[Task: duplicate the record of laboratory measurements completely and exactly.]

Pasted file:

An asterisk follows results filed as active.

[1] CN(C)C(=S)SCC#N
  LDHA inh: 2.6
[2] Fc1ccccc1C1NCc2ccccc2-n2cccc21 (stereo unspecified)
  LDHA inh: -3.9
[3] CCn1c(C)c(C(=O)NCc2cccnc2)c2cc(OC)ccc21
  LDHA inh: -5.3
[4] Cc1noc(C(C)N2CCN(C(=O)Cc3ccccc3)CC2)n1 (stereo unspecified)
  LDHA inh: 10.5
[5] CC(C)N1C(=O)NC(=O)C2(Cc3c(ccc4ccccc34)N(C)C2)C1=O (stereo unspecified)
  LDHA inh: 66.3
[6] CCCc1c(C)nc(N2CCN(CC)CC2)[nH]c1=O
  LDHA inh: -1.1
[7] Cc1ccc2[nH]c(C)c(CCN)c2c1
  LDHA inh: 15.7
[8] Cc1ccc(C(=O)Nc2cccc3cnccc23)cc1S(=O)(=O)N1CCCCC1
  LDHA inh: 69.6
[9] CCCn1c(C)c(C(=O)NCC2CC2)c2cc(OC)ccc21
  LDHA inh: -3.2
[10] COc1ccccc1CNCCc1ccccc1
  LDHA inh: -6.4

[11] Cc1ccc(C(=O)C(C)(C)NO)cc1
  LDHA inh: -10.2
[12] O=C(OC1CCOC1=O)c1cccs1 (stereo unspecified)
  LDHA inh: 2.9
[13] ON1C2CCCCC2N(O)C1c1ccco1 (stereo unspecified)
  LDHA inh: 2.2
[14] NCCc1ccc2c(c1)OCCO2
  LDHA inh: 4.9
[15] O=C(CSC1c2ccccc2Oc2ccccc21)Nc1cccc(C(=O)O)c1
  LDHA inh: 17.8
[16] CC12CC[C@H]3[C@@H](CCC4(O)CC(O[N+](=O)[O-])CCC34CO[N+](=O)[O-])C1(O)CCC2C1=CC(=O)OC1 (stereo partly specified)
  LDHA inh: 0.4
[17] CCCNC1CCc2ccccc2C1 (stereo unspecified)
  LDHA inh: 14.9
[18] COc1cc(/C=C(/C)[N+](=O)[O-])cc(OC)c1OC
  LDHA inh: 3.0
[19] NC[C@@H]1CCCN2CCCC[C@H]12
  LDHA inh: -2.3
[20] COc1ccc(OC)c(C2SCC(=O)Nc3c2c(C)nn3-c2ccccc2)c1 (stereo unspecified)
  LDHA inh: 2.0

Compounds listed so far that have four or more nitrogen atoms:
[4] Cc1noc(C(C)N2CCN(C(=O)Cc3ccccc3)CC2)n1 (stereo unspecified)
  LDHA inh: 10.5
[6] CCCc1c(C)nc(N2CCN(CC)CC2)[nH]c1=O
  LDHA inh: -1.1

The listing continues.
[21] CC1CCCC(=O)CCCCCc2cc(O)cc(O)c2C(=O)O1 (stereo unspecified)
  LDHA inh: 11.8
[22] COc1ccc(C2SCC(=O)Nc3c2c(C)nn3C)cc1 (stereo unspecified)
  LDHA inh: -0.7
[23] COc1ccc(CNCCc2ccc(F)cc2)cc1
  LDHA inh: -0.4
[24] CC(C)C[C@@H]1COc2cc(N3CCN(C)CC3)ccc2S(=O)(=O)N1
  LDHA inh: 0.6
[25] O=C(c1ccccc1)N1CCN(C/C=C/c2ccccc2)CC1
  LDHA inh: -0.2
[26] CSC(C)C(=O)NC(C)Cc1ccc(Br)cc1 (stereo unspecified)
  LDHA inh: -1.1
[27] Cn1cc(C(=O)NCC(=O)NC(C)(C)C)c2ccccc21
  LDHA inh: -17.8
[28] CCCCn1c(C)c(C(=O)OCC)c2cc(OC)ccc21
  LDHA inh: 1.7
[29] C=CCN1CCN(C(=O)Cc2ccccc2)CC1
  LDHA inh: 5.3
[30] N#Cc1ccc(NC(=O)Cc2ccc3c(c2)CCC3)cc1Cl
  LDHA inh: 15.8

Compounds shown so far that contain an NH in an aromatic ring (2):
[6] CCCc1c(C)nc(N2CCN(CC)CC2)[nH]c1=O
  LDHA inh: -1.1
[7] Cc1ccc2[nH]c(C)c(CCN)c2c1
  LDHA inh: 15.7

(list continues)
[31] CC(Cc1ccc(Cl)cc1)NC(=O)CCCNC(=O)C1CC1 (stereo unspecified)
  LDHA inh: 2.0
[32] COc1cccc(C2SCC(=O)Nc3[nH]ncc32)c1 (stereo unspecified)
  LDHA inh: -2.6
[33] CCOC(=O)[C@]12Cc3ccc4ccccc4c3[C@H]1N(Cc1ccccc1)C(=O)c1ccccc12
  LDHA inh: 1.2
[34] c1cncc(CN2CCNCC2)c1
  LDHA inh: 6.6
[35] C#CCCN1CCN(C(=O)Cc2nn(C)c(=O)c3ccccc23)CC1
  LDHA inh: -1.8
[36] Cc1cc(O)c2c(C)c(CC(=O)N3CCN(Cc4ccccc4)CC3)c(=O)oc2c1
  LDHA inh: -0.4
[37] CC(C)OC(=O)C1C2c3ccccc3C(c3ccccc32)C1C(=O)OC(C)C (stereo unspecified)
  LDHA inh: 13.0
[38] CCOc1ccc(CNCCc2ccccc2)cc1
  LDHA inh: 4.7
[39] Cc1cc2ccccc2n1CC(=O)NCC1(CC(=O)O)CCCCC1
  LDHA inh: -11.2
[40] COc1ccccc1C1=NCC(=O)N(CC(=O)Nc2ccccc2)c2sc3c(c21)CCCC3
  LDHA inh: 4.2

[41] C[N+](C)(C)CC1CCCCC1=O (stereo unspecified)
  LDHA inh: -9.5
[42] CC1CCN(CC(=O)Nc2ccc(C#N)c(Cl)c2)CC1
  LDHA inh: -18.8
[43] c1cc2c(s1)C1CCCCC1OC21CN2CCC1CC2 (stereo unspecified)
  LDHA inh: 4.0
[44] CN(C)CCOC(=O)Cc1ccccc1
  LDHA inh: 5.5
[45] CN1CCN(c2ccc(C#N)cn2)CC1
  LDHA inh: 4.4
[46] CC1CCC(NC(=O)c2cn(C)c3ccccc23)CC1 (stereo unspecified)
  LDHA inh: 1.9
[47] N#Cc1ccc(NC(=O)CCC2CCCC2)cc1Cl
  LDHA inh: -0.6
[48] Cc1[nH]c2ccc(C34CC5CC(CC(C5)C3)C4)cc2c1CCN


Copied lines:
An asterisk follows results filed as active.

[1] CN(C)C(=S)SCC#N
  LDHA inh: 2.6
[2] Fc1ccccc1C1NCc2ccccc2-n2cccc21 (stereo unspecified)
  LDHA inh: -3.9
[3] CCn1c(C)c(C(=O)NCc2cccnc2)c2cc(OC)ccc21
  LDHA inh: -5.3
[4] Cc1noc(C(C)N2CCN(C(=O)Cc3ccccc3)CC2)n1 (stereo unspecified)
  LDHA inh: 10.5
[5] CC(C)N1C(=O)NC(=O)C2(Cc3c(ccc4ccccc34)N(C)C2)C1=O (stereo unspecified)
  LDHA inh: 66.3
[6] CCCc1c(C)nc(N2CCN(CC)CC2)[nH]c1=O
  LDHA inh: -1.1
[7] Cc1ccc2[nH]c(C)c(CCN)c2c1
  LDHA inh: 15.7
[8] Cc1ccc(C(=O)Nc2cccc3cnccc23)cc1S(=O)(=O)N1CCCCC1
  LDHA inh: 69.6
[9] CCCn1c(C)c(C(=O)NCC2CC2)c2cc(OC)ccc21
  LDHA inh: -3.2
[10] COc1ccccc1CNCCc1ccccc1
  LDHA inh: -6.4

[11] Cc1ccc(C(=O)C(C)(C)NO)cc1
  LDHA inh: -10.2
[12] O=C(OC1CCOC1=O)c1cccs1 (stereo unspecified)
  LDHA inh: 2.9
[13] ON1C2CCCCC2N(O)C1c1ccco1 (stereo unspecified)
  LDHA inh: 2.2
[14] NCCc1ccc2c(c1)OCCO2
  LDHA inh: 4.9
[15] O=C(CSC1c2ccccc2Oc2ccccc21)Nc1cccc(C(=O)O)c1
  LDHA inh: 17.8
[16] CC12CC[C@H]3[C@@H](CCC4(O)CC(O[N+](=O)[O-])CCC34CO[N+](=O)[O-])C1(O)CCC2C1=CC(=O)OC1 (stereo partly specified)
  LDHA inh: 0.4
[17] CCCNC1CCc2ccccc2C1 (stereo unspecified)
  LDHA inh: 14.9
[18] COc1cc(/C=C(/C)[N+](=O)[O-])cc(OC)c1OC
  LDHA inh: 3.0
[19] NC[C@@H]1CCCN2CCCC[C@H]12
  LDHA inh: -2.3
[20] COc1ccc(OC)c(C2SCC(=O)Nc3c2c(C)nn3-c2ccccc2)c1 (stereo unspecified)
  LDHA inh: 2.0

Compounds listed so far that have four or more nitrogen atoms:
[4] Cc1noc(C(C)N2CCN(C(=O)Cc3ccccc3)CC2)n1 (stereo unspecified)
  LDHA inh: 10.5
[6] CCCc1c(C)nc(N2CCN(CC)CC2)[nH]c1=O
  LDHA inh: -1.1

The listing continues.
[21] CC1CCCC(=O)CCCCCc2cc(O)cc(O)c2C(=O)O1 (stereo unspecified)
  LDHA inh: 11.8
[22] COc1ccc(C2SCC(=O)Nc3c2c(C)nn3C)cc1 (stereo unspecified)
  LDHA inh: -0.7
[23] COc1ccc(CNCCc2ccc(F)cc2)cc1
  LDHA inh: -0.4
[24] CC(C)C[C@@H]1COc2cc(N3CCN(C)CC3)ccc2S(=O)(=O)N1
  LDHA inh: 0.6
[25] O=C(c1ccccc1)N1CCN(C/C=C/c2ccccc2)CC1
  LDHA inh: -0.2
[26] CSC(C)C(=O)NC(C)Cc1ccc(Br)cc1 (stereo unspecified)
  LDHA inh: -1.1
[27] Cn1cc(C(=O)NCC(=O)NC(C)(C)C)c2ccccc21
  LDHA inh: -17.8
[28] CCCCn1c(C)c(C(=O)OCC)c2cc(OC)ccc21
  LDHA inh: 1.7
[29] C=CCN1CCN(C(=O)Cc2ccccc2)CC1
  LDHA inh: 5.3
[30] N#Cc1ccc(NC(=O)Cc2ccc3c(c2)CCC3)cc1Cl
  LDHA inh: 15.8

Compounds shown so far that contain an NH in an aromatic ring (2):
[6] CCCc1c(C)nc(N2CCN(CC)CC2)[nH]c1=O
  LDHA inh: -1.1
[7] Cc1ccc2[nH]c(C)c(CCN)c2c1
  LDHA inh: 15.7

(list continues)
[31] CC(Cc1ccc(Cl)cc1)NC(=O)CCCNC(=O)C1CC1 (stereo unspecified)
  LDHA inh: 2.0
[32] COc1cccc(C2SCC(=O)Nc3[nH]ncc32)c1 (stereo unspecified)
  LDHA inh: -2.6
[33] CCOC(=O)[C@]12Cc3ccc4ccccc4c3[C@H]1N(Cc1ccccc1)C(=O)c1ccccc12
  LDHA inh: 1.2
[34] c1cncc(CN2CCNCC2)c1
  LDHA inh: 6.6
[35] C#CCCN1CCN(C(=O)Cc2nn(C)c(=O)c3ccccc23)CC1
  LDHA inh: -1.8
[36] Cc1cc(O)c2c(C)c(CC(=O)N3CCN(Cc4ccccc4)CC3)c(=O)oc2c1
  LDHA inh: -0.4
[37] CC(C)OC(=O)C1C2c3ccccc3C(c3ccccc32)C1C(=O)OC(C)C (stereo unspecified)
  LDHA inh: 13.0
[38] CCOc1ccc(CNCCc2ccccc2)cc1
  LDHA inh: 4.7
[39] Cc1cc2ccccc2n1CC(=O)NCC1(CC(=O)O)CCCCC1
  LDHA inh: -11.2
[40] COc1ccccc1C1=NCC(=O)N(CC(=O)Nc2ccccc2)c2sc3c(c21)CCCC3
  LDHA inh: 4.2

[41] C[N+](C)(C)CC1CCCCC1=O (stereo unspecified)
  LDHA inh: -9.5
[42] CC1CCN(CC(=O)Nc2ccc(C#N)c(Cl)c2)CC1
  LDHA inh: -18.8
[43] c1cc2c(s1)C1CCCCC1OC21CN2CCC1CC2 (stereo unspecified)
  LDHA inh: 4.0
[44] CN(C)CCOC(=O)Cc1ccccc1
  LDHA inh: 5.5
[45] CN1CCN(c2ccc(C#N)cn2)CC1
  LDHA inh: 4.4
[46] CC1CCC(NC(=O)c2cn(C)c3ccccc23)CC1 (stereo unspecified)
  LDHA inh: 1.9
[47] N#Cc1ccc(NC(=O)CCC2CCCC2)cc1Cl
  LDHA inh: -0.6
[48] Cc1[nH]c2ccc(C34CC5CC(CC(C5)C3)C4)cc2c1CCN